Kokkinos on adapting Thomson

The Age profiles Ana Kokkinos, director of The Book of Revelation, which debuts tomorrow night at the Melbourne International Film Festival.

Kokkinos first read Thomson’s book in 1999, and had to beat off strong international interests to win the rights to adapt it…. “His previous five novels were all optioned (by film producers) but nothing happened,” she says. “This time he wanted the rights to go to a real filmmaker, because he knows his work is demanding and difficult to adapt.”

She wrote him a long letter, which led him to see Head On, Kokkinos’ previous film starring Alex Dimitriades as a gay Melbourne man who rejects his family’s traditional Greek values to explore his sexuality.

“I think Rupert had faith in our ability to adapt his ideas into cinema.”….

She describes The Book of Revelation as part of an intellectual tradition that includes Last Tango in Paris and Bunuel’s Belle de Jour.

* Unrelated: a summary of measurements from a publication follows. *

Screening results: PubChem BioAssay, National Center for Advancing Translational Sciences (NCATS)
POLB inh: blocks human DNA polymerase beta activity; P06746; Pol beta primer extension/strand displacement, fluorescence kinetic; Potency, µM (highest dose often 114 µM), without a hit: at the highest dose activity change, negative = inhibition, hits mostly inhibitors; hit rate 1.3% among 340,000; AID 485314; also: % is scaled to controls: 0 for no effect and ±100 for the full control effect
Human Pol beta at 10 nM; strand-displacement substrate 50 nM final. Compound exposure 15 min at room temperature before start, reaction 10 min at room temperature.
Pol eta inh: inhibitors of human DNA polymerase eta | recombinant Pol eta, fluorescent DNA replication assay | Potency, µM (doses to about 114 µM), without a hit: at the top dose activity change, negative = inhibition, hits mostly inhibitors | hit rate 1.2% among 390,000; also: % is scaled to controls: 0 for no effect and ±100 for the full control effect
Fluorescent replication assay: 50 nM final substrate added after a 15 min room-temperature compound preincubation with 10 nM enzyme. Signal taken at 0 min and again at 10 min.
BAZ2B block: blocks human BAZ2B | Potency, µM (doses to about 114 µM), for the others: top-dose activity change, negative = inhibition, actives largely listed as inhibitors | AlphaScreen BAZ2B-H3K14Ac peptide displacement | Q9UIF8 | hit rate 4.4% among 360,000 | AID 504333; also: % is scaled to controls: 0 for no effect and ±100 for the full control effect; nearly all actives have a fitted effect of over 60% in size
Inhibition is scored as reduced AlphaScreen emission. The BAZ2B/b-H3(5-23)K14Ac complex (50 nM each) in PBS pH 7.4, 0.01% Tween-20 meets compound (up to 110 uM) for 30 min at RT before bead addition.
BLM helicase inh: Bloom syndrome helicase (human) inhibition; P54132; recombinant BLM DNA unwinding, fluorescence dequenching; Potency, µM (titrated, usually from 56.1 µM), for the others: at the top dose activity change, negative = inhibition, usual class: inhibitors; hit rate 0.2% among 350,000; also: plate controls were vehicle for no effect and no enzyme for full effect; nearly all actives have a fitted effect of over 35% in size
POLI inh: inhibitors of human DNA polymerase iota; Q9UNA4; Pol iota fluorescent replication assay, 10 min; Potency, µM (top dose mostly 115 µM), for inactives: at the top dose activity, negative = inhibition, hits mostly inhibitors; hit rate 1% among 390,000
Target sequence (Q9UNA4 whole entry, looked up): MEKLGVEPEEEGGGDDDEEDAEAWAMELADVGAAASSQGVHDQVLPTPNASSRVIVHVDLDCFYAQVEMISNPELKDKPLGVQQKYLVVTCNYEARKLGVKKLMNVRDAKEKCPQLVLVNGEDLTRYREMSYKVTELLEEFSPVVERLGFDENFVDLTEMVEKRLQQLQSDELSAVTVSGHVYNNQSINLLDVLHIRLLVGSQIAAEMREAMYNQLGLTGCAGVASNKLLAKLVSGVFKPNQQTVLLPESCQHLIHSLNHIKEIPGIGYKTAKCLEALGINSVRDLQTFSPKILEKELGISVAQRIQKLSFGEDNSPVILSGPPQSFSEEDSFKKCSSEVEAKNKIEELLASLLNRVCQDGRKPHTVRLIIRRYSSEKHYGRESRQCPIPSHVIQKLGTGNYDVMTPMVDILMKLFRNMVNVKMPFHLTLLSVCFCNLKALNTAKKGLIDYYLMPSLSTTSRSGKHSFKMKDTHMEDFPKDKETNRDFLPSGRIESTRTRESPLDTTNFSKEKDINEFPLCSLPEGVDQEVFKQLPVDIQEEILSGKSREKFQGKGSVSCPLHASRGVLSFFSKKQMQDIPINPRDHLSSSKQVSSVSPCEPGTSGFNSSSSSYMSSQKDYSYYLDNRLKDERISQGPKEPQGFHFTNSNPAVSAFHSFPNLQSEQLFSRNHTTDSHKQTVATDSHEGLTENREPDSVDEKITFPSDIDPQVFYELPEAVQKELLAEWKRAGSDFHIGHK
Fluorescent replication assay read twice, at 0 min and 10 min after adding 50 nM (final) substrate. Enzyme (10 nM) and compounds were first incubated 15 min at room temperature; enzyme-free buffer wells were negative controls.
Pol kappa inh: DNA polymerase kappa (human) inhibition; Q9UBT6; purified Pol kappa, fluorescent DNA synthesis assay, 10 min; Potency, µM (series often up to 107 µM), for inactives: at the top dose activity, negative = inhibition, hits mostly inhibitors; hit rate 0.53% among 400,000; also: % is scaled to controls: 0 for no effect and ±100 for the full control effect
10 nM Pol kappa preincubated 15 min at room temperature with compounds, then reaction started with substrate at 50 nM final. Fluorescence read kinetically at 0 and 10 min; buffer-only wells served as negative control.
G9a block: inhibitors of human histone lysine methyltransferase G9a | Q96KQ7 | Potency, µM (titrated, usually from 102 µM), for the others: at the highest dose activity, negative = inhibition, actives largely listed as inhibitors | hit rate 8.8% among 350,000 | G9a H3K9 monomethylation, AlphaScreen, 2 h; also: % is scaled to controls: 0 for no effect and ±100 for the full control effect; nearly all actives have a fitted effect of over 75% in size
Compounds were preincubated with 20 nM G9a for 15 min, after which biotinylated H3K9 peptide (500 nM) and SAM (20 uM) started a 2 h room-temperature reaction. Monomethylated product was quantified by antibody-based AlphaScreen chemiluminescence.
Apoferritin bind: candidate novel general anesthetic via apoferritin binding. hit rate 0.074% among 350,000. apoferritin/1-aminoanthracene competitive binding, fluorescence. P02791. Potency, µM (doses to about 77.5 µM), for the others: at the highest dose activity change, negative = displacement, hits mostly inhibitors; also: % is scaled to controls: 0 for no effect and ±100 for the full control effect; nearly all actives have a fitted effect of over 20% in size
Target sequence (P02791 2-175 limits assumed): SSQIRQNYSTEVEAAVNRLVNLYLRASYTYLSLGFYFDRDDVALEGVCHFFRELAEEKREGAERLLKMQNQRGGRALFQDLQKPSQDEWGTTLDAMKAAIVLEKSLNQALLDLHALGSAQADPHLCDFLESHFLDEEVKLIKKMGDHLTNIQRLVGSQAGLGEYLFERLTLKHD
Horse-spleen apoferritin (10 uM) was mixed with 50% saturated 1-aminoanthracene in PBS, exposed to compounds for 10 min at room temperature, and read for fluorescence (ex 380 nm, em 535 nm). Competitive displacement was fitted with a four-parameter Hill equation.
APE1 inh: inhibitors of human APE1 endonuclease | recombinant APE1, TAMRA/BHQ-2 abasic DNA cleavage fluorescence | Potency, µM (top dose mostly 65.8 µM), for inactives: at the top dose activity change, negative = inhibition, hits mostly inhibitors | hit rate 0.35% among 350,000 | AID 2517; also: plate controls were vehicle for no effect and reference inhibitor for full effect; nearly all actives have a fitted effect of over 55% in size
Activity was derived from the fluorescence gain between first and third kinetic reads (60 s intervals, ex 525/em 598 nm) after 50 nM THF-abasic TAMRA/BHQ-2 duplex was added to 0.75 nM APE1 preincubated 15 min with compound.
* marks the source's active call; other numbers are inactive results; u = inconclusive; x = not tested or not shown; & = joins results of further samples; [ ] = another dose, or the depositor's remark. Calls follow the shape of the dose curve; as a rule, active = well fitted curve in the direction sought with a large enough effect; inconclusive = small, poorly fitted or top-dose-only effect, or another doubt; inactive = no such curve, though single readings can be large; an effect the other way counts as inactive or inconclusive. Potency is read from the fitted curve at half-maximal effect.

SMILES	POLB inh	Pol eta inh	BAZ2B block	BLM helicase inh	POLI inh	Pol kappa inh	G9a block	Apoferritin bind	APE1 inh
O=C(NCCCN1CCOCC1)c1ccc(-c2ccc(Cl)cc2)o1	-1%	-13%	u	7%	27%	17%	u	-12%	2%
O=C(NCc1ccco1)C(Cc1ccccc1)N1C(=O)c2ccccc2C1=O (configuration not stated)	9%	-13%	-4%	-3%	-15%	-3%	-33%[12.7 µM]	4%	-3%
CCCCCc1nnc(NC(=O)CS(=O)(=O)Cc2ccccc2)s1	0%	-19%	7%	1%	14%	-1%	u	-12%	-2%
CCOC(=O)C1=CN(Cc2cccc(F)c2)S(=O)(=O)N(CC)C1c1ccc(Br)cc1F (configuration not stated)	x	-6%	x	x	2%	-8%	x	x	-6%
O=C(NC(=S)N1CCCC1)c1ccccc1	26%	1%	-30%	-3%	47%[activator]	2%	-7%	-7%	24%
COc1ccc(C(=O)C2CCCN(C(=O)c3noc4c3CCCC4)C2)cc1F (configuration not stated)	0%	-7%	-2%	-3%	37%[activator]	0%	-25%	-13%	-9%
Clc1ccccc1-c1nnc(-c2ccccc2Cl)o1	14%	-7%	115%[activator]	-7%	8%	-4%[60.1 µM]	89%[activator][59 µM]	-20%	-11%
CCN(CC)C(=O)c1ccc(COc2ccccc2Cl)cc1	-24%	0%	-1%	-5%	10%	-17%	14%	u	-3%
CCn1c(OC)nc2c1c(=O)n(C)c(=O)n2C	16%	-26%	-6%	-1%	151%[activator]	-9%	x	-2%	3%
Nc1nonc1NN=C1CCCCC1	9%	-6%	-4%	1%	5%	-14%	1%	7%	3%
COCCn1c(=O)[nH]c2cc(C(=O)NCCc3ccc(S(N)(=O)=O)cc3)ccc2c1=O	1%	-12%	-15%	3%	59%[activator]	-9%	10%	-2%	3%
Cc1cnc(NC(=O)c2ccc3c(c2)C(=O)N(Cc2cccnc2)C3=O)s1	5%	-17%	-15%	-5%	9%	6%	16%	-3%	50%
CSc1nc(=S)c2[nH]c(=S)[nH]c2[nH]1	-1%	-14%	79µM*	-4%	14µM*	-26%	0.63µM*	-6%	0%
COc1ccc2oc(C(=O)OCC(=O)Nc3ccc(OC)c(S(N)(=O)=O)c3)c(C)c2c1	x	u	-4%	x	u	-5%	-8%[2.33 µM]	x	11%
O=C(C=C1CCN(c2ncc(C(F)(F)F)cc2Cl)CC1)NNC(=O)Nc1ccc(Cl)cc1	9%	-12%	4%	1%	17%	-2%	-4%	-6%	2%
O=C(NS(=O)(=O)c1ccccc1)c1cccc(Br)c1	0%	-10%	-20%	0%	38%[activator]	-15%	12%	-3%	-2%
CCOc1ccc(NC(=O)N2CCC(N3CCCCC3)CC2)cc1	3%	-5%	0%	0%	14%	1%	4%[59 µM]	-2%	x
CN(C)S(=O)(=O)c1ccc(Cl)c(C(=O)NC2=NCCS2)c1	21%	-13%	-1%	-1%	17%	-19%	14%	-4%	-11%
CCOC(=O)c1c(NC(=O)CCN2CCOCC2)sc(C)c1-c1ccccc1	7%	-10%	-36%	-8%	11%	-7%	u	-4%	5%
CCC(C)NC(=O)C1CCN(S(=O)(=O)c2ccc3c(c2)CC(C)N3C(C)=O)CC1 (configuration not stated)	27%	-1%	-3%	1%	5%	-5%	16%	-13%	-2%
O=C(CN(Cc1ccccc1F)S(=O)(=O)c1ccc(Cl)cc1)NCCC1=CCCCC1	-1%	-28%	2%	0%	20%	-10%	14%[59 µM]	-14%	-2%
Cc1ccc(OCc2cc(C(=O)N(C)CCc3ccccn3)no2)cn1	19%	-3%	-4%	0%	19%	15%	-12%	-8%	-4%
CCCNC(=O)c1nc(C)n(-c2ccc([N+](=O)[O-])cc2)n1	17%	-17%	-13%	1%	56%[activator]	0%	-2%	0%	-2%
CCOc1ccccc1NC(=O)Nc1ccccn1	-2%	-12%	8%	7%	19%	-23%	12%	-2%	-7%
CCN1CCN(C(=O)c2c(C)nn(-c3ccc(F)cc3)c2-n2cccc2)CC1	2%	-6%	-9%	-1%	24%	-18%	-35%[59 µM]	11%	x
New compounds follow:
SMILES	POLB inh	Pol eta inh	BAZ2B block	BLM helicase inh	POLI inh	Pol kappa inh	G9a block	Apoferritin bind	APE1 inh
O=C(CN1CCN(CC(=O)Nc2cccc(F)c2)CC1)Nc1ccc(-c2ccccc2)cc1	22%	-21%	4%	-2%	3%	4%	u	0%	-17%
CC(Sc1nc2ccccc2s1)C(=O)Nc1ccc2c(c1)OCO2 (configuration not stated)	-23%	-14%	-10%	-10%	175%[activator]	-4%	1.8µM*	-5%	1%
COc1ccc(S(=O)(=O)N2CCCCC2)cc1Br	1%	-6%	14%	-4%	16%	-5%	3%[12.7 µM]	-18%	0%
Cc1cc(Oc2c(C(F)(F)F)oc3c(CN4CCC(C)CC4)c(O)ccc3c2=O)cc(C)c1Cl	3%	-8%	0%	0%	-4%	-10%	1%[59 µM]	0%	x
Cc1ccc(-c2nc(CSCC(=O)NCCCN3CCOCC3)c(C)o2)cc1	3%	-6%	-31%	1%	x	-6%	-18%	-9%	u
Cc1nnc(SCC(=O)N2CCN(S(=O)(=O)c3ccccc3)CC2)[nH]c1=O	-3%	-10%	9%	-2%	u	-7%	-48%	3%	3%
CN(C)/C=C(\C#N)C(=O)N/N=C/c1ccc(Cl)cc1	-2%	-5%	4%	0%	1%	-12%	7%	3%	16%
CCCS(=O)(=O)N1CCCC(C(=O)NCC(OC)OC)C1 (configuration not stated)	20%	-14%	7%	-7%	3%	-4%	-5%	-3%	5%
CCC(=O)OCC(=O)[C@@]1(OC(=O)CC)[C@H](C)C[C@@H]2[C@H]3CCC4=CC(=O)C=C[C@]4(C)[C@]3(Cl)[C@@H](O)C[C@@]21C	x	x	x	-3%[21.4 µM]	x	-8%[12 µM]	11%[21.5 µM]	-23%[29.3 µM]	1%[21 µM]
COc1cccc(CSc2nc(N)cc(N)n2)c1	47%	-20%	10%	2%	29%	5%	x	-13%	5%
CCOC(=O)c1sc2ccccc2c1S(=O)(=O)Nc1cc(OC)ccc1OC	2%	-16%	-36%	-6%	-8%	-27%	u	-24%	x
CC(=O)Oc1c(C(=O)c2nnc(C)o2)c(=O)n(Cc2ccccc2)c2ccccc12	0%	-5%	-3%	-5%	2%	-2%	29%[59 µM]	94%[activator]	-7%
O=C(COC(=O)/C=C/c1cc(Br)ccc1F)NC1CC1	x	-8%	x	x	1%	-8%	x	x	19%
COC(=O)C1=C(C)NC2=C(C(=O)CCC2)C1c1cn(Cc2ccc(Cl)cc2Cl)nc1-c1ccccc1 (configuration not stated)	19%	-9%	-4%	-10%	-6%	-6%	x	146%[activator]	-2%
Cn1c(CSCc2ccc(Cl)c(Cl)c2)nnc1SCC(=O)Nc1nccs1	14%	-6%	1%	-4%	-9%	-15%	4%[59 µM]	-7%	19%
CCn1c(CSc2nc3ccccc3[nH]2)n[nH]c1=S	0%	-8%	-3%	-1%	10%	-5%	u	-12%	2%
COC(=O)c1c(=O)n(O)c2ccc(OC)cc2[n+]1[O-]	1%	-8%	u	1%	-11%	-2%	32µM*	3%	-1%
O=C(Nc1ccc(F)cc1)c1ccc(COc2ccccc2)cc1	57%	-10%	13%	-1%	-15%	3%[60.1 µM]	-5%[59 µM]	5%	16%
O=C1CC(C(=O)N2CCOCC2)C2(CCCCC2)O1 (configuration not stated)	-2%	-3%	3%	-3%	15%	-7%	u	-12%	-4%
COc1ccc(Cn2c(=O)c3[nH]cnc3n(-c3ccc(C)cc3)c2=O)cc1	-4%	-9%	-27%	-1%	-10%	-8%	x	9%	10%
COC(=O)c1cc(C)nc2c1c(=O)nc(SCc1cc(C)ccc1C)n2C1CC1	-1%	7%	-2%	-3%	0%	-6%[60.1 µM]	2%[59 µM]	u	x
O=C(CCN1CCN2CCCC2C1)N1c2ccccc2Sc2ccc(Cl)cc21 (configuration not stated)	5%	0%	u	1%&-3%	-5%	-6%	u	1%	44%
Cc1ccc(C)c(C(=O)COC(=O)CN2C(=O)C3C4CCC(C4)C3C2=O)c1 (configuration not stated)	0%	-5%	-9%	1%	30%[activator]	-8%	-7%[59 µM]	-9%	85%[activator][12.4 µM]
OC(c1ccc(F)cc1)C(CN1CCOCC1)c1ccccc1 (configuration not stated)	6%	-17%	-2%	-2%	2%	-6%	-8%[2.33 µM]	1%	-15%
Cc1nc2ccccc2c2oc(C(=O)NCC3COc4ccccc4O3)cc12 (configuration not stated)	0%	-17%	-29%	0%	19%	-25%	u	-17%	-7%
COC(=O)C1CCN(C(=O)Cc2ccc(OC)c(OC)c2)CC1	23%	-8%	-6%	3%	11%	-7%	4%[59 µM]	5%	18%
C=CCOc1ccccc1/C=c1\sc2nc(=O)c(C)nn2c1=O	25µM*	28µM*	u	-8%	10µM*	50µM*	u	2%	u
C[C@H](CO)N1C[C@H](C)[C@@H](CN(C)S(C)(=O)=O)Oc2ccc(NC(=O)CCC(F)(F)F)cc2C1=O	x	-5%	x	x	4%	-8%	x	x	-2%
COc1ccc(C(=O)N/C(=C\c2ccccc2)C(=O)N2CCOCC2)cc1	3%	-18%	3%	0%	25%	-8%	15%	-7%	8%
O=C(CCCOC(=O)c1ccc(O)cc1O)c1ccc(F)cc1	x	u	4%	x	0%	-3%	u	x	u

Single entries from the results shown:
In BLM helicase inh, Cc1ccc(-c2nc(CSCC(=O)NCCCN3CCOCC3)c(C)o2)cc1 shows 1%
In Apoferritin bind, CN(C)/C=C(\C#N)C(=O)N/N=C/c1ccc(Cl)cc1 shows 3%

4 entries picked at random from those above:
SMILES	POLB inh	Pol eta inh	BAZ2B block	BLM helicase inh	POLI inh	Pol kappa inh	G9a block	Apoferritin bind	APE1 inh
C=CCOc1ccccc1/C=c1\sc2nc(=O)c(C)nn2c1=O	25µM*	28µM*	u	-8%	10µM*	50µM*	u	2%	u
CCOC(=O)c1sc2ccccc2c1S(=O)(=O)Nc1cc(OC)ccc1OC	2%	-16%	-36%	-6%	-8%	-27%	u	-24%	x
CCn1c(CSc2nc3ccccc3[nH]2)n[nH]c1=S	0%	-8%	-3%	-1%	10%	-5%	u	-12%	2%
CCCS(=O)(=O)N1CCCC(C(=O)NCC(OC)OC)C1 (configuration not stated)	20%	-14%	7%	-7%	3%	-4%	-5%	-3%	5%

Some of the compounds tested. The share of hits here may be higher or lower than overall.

But she laments that this approach has almost died out now. “In the 1970s and ’80s, there were individual voices like Bergman, Tarkovsky and Fellini who brought people to the cinema because they broke all the rules. It has become very rare now to see a film that speaks to you on many levels.”

Previously: Thomson and I discussed the cinematic potential of his books, and Hollywood’s predictably flat-footed response. Oh well, not to worry. There’s always Snakes on a Plane.


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